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Title: BFF: Bayesian, fiducial, frequentist analysis of age effects in daily diary data Authors:  Shevaun Neupert - North Carolina State University (United States) [presenting]
Jan Hannig - University of North Carolina at Chapel Hill (United States)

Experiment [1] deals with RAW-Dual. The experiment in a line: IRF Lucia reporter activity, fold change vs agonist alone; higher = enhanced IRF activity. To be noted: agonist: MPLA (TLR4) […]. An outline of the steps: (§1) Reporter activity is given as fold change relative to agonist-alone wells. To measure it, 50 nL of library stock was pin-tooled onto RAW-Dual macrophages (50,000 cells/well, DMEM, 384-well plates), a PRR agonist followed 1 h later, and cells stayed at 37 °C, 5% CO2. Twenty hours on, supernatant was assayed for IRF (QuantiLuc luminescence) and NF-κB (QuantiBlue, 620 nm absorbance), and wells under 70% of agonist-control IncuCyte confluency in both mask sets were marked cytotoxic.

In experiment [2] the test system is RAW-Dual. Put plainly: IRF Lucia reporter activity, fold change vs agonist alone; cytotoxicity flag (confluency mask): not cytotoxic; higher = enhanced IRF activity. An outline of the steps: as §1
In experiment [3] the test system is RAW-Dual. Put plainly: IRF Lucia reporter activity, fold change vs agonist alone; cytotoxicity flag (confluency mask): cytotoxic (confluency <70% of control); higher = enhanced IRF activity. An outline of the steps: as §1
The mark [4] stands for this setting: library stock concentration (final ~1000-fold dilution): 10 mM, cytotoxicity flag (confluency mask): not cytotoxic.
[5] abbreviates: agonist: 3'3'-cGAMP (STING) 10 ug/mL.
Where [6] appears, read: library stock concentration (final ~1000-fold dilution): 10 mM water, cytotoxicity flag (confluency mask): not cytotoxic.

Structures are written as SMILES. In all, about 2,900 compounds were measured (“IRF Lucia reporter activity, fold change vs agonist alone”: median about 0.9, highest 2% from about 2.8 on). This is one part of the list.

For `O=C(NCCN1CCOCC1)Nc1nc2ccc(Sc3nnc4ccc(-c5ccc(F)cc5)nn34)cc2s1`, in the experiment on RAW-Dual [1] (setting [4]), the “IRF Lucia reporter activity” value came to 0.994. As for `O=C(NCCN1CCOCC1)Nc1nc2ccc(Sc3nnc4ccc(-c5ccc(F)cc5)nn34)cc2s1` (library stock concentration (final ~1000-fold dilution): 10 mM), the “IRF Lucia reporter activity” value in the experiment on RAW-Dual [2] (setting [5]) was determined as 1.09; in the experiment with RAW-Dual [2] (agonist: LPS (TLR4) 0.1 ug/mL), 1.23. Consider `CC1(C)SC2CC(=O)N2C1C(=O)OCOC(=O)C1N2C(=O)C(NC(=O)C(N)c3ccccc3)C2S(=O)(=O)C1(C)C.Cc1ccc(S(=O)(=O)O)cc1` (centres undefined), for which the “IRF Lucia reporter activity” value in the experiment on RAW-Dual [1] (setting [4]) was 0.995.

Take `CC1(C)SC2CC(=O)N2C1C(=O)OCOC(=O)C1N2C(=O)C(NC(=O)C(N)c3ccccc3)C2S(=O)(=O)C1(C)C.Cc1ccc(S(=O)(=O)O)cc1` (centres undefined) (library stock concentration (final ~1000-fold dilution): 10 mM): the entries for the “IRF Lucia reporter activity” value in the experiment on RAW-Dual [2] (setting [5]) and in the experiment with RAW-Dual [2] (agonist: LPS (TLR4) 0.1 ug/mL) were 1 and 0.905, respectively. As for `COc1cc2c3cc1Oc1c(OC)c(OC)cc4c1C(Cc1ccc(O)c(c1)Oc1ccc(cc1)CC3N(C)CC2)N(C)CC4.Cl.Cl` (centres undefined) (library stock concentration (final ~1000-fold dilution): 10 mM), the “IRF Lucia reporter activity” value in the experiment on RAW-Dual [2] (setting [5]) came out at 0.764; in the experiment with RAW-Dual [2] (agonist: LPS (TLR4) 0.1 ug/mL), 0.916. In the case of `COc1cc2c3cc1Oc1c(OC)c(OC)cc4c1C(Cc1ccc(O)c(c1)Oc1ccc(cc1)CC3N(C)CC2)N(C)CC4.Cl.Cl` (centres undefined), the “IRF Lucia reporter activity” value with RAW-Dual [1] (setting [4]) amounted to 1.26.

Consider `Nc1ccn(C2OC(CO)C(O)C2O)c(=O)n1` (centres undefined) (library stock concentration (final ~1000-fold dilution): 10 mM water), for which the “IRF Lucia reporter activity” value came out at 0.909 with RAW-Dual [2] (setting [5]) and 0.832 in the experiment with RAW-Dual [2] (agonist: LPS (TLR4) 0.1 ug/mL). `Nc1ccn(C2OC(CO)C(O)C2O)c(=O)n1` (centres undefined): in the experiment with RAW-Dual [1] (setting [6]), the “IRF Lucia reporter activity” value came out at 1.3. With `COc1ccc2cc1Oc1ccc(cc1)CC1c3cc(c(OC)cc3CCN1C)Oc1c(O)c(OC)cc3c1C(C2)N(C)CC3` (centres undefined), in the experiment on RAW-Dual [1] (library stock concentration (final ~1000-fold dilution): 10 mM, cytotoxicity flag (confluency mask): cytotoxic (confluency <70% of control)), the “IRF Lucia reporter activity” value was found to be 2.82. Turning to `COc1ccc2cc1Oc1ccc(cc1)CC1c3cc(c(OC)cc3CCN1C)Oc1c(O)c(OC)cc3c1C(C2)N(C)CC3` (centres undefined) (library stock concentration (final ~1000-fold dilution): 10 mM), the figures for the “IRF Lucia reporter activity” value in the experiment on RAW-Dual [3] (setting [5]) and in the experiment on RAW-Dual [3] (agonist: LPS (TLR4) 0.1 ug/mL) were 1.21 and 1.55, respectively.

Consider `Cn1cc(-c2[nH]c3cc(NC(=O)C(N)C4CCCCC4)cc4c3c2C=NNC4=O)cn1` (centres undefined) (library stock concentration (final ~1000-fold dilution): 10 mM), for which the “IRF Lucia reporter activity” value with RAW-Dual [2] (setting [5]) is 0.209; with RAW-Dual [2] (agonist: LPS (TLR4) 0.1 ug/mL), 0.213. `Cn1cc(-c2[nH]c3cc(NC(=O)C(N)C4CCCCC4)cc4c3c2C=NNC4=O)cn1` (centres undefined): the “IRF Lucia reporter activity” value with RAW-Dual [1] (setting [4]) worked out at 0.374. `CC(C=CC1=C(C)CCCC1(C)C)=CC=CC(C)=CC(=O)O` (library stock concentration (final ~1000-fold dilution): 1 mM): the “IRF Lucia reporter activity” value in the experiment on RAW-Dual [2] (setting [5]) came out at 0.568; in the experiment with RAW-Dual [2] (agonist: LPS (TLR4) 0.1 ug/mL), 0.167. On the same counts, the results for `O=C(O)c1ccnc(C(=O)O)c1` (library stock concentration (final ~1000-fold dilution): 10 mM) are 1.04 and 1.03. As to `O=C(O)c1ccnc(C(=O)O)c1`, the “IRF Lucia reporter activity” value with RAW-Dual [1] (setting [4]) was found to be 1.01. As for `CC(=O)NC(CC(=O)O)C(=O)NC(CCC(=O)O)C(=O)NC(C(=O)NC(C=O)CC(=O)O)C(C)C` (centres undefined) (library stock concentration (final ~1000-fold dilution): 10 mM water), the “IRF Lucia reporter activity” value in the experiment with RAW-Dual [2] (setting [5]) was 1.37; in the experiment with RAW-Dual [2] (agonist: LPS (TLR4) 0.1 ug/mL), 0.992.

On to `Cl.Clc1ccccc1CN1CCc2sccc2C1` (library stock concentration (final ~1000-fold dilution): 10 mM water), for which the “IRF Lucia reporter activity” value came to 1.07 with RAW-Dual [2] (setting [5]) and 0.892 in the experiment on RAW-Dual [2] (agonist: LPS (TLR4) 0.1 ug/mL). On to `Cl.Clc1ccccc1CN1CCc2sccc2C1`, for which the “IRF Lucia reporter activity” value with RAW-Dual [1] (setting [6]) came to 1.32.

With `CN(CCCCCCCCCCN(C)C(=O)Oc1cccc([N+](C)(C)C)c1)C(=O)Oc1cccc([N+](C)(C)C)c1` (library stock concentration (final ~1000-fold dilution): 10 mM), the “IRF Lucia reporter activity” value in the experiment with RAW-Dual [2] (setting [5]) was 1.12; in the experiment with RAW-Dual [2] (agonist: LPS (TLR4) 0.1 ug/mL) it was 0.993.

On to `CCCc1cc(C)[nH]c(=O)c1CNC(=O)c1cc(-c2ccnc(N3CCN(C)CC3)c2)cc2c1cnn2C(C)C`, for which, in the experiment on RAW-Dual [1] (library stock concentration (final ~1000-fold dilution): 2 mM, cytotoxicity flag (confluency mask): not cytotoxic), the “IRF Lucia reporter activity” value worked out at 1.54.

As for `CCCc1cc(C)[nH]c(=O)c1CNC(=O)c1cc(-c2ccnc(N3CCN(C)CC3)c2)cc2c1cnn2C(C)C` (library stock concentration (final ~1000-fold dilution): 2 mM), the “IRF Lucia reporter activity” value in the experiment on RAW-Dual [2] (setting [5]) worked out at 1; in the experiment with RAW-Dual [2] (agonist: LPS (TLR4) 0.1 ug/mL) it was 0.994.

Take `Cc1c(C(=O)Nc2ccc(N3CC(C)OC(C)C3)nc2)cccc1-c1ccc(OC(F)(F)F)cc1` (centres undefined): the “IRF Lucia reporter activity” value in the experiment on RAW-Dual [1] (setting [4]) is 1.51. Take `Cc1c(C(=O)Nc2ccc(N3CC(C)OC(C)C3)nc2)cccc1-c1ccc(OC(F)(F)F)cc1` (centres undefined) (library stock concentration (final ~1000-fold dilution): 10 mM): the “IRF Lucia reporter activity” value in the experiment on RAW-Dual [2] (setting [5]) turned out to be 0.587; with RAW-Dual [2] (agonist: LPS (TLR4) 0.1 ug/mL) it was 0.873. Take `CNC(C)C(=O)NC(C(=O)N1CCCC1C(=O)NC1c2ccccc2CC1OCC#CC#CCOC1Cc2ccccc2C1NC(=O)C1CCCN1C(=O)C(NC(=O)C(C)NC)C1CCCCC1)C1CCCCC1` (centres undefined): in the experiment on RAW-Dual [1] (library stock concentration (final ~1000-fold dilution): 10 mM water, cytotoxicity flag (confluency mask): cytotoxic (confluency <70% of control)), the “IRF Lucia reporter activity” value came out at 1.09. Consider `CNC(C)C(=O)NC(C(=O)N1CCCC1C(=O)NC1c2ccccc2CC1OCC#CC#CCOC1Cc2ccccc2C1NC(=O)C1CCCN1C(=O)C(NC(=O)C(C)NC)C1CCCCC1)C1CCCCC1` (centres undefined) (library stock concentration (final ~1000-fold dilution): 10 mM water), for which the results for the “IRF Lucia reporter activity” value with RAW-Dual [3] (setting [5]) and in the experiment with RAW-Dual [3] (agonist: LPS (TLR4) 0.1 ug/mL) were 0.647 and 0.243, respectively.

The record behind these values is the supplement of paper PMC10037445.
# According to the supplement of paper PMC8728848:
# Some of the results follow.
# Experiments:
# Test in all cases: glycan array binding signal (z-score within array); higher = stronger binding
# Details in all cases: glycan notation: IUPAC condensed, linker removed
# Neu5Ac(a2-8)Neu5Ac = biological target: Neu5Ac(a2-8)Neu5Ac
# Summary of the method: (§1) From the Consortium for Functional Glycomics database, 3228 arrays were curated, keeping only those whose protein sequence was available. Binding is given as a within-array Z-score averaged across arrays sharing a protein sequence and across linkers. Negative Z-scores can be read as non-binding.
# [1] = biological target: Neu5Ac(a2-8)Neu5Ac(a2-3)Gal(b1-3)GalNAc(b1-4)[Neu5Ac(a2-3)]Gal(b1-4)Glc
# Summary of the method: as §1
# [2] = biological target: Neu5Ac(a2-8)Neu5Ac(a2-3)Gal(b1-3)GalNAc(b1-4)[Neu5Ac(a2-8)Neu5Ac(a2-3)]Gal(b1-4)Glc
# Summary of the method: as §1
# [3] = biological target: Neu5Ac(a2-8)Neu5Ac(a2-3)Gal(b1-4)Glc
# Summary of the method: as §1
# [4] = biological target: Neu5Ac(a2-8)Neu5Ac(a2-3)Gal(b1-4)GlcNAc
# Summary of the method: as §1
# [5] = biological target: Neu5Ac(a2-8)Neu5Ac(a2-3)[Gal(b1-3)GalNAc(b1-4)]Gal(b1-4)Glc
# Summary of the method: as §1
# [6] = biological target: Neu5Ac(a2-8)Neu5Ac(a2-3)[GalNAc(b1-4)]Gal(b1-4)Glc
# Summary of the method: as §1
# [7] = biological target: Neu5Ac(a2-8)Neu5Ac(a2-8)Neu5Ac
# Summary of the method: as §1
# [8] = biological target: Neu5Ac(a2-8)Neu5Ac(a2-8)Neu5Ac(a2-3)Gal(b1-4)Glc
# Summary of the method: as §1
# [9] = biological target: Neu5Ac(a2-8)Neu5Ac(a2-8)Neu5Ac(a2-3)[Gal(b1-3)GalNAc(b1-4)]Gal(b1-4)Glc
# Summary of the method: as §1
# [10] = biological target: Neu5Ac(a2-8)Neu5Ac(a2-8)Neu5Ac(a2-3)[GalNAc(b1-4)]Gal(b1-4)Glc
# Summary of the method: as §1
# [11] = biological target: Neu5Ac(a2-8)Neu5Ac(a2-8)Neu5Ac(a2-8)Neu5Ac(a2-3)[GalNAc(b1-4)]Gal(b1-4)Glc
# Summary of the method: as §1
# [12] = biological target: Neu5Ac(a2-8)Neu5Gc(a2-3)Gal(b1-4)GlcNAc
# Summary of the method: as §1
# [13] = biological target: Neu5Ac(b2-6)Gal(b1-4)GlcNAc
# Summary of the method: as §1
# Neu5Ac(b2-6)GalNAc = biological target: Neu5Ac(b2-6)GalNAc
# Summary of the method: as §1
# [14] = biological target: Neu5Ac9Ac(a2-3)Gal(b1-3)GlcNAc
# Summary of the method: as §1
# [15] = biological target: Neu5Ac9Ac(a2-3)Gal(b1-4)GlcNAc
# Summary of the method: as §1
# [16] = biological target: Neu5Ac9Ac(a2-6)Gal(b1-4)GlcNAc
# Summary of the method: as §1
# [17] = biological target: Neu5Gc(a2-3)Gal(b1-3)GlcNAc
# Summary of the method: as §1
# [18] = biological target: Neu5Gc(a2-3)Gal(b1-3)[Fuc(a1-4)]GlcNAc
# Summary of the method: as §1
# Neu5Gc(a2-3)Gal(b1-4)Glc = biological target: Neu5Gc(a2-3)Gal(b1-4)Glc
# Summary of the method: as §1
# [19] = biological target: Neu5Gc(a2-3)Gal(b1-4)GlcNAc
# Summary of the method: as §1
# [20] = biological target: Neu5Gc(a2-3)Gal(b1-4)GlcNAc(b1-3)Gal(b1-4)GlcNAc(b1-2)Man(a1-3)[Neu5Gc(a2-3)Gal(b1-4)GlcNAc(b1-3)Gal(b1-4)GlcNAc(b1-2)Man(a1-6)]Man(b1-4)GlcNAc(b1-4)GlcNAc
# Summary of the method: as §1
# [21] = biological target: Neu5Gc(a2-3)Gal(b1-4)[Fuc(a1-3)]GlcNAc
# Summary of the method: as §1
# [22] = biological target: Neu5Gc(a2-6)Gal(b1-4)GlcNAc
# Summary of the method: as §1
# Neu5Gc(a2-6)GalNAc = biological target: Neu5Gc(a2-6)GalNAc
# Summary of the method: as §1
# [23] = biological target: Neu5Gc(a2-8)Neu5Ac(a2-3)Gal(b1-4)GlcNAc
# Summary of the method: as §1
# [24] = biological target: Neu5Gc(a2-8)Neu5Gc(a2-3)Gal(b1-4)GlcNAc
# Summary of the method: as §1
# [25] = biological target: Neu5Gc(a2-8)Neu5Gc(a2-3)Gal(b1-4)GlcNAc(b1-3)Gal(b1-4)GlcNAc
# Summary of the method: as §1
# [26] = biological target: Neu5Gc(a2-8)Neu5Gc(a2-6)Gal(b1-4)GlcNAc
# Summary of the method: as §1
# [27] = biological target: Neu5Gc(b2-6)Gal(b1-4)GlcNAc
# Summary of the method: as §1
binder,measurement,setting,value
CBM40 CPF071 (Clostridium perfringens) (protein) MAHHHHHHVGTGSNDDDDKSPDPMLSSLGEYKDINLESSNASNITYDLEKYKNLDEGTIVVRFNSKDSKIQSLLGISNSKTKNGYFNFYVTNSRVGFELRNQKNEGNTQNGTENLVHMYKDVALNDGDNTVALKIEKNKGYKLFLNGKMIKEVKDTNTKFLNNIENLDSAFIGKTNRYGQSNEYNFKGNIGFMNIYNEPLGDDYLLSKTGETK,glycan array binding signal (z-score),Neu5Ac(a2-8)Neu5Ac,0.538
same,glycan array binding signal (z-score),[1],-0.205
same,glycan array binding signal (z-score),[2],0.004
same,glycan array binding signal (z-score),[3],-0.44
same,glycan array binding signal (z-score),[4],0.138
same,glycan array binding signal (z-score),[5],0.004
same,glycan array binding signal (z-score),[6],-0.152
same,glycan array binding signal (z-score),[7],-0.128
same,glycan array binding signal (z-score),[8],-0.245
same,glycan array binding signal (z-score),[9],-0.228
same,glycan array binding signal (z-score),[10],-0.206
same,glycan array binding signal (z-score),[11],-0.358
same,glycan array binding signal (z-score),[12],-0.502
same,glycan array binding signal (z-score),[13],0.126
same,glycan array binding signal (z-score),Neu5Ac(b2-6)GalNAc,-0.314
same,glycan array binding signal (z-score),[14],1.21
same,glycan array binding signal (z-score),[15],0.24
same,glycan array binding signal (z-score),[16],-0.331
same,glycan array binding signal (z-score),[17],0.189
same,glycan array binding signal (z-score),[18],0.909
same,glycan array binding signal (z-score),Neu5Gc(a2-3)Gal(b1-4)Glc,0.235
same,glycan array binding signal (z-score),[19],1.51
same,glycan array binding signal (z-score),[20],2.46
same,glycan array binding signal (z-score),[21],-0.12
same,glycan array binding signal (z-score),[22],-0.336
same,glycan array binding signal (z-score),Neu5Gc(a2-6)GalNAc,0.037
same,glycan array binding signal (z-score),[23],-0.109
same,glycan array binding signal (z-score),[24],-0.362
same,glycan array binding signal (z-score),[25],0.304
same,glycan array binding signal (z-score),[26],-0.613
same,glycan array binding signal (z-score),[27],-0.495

Abstract: Age effects in within-person slopes in daily diary data were examined with Bayesian, Generalized Fiducial Inference (GFI), and frequentist paradigms. Daily stressor exposure data across six domains were used to generate within-person emotional reactivity slopes with daily negative affect. Systematic age differences and similarities in these reactivity slopes were tested, which are inconsistent in previous research. 116 older (aged 60-90) and 107 younger (aged 18-36) adults from the Mindfulness and Anticipatory Coping Everyday study responded to daily stressor and negative affect questions each day for eight consecutive days, resulting in 1,627 total days. Daily stressor domains included arguments, potential/avoided arguments, work/volunteer stressors, home stressors, network stressors, and health-related stressors. Using Bayesian, GFI, and frequentist paradigms, results for each of the six stressor domains with a focus on interpreting age effects in within-person reactivity were compared. As an example, frequentist multilevel models and Bayesian models with main effects of arguments (reactivity slope), age, and their interaction predicting negative affect suggested no age differences in reactivity. However, the GFI solution suggested that older adults were less reactive than younger adults. GFI is a useful tool that provides additional information when making determinations regarding null age effects in within-person slopes.